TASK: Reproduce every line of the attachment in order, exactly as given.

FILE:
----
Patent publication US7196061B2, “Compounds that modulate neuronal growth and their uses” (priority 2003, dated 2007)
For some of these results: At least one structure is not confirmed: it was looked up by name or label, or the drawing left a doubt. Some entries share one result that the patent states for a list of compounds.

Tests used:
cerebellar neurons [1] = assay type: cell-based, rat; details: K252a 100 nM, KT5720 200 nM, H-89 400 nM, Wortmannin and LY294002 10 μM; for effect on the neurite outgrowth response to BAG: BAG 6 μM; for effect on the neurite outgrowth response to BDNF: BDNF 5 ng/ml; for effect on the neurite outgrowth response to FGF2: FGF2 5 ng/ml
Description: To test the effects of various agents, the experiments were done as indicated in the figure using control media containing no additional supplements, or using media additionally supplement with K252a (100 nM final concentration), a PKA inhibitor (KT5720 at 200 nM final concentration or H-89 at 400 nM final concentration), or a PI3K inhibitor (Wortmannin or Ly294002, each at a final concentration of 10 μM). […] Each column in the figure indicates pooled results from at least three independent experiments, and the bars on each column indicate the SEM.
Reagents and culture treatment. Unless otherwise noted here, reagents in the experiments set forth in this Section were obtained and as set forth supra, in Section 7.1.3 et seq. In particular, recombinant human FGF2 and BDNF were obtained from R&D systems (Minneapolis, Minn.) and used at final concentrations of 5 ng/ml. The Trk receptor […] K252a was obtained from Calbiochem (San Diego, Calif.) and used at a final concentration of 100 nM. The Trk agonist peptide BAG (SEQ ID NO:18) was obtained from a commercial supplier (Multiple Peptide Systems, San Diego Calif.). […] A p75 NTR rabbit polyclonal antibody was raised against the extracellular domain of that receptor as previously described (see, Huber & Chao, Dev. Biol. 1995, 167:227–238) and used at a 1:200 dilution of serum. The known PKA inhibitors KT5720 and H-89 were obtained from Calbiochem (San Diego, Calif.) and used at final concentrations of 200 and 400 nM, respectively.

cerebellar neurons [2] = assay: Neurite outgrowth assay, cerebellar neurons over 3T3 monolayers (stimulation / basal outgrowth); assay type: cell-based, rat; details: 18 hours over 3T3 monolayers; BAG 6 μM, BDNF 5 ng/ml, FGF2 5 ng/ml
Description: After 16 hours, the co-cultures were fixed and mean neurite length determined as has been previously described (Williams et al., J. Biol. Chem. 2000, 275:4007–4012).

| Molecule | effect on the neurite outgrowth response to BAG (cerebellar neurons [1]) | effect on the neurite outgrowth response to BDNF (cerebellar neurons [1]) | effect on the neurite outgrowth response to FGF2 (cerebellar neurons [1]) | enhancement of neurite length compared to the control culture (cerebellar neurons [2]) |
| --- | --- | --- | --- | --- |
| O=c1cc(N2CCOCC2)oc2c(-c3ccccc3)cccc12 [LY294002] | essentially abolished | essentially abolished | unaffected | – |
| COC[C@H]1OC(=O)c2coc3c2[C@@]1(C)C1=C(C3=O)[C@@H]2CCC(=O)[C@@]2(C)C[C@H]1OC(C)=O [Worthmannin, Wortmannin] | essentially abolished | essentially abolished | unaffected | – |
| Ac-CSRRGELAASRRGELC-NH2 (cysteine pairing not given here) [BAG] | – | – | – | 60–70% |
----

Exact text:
Patent publication US7196061B2, “Compounds that modulate neuronal growth and their uses” (priority 2003, dated 2007)
For some of these results: At least one structure is not confirmed: it was looked up by name or label, or the drawing left a doubt. Some entries share one result that the patent states for a list of compounds.

Tests used:
cerebellar neurons [1] = assay type: cell-based, rat; details: K252a 100 nM, KT5720 200 nM, H-89 400 nM, Wortmannin and LY294002 10 μM; for effect on the neurite outgrowth response to BAG: BAG 6 μM; for effect on the neurite outgrowth response to BDNF: BDNF 5 ng/ml; for effect on the neurite outgrowth response to FGF2: FGF2 5 ng/ml
Description: To test the effects of various agents, the experiments were done as indicated in the figure using control media containing no additional supplements, or using media additionally supplement with K252a (100 nM final concentration), a PKA inhibitor (KT5720 at 200 nM final concentration or H-89 at 400 nM final concentration), or a PI3K inhibitor (Wortmannin or Ly294002, each at a final concentration of 10 μM). […] Each column in the figure indicates pooled results from at least three independent experiments, and the bars on each column indicate the SEM.
Reagents and culture treatment. Unless otherwise noted here, reagents in the experiments set forth in this Section were obtained and as set forth supra, in Section 7.1.3 et seq. In particular, recombinant human FGF2 and BDNF were obtained from R&D systems (Minneapolis, Minn.) and used at final concentrations of 5 ng/ml. The Trk receptor […] K252a was obtained from Calbiochem (San Diego, Calif.) and used at a final concentration of 100 nM. The Trk agonist peptide BAG (SEQ ID NO:18) was obtained from a commercial supplier (Multiple Peptide Systems, San Diego Calif.). […] A p75 NTR rabbit polyclonal antibody was raised against the extracellular domain of that receptor as previously described (see, Huber & Chao, Dev. Biol. 1995, 167:227–238) and used at a 1:200 dilution of serum. The known PKA inhibitors KT5720 and H-89 were obtained from Calbiochem (San Diego, Calif.) and used at final concentrations of 200 and 400 nM, respectively.

cerebellar neurons [2] = assay: Neurite outgrowth assay, cerebellar neurons over 3T3 monolayers (stimulation / basal outgrowth); assay type: cell-based, rat; details: 18 hours over 3T3 monolayers; BAG 6 μM, BDNF 5 ng/ml, FGF2 5 ng/ml
Description: After 16 hours, the co-cultures were fixed and mean neurite length determined as has been previously described (Williams et al., J. Biol. Chem. 2000, 275:4007–4012).

| Molecule | effect on the neurite outgrowth response to BAG (cerebellar neurons [1]) | effect on the neurite outgrowth response to BDNF (cerebellar neurons [1]) | effect on the neurite outgrowth response to FGF2 (cerebellar neurons [1]) | enhancement of neurite length compared to the control culture (cerebellar neurons [2]) |
| --- | --- | --- | --- | --- |
| O=c1cc(N2CCOCC2)oc2c(-c3ccccc3)cccc12 [LY294002] | essentially abolished | essentially abolished | unaffected | – |
| COC[C@H]1OC(=O)c2coc3c2[C@@]1(C)C1=C(C3=O)[C@@H]2CCC(=O)[C@@]2(C)C[C@H]1OC(C)=O [Worthmannin, Wortmannin] | essentially abolished | essentially abolished | unaffected | – |
| Ac-CSRRGELAASRRGELC-NH2 (cysteine pairing not given here) [BAG] | – | – | – | 60–70% |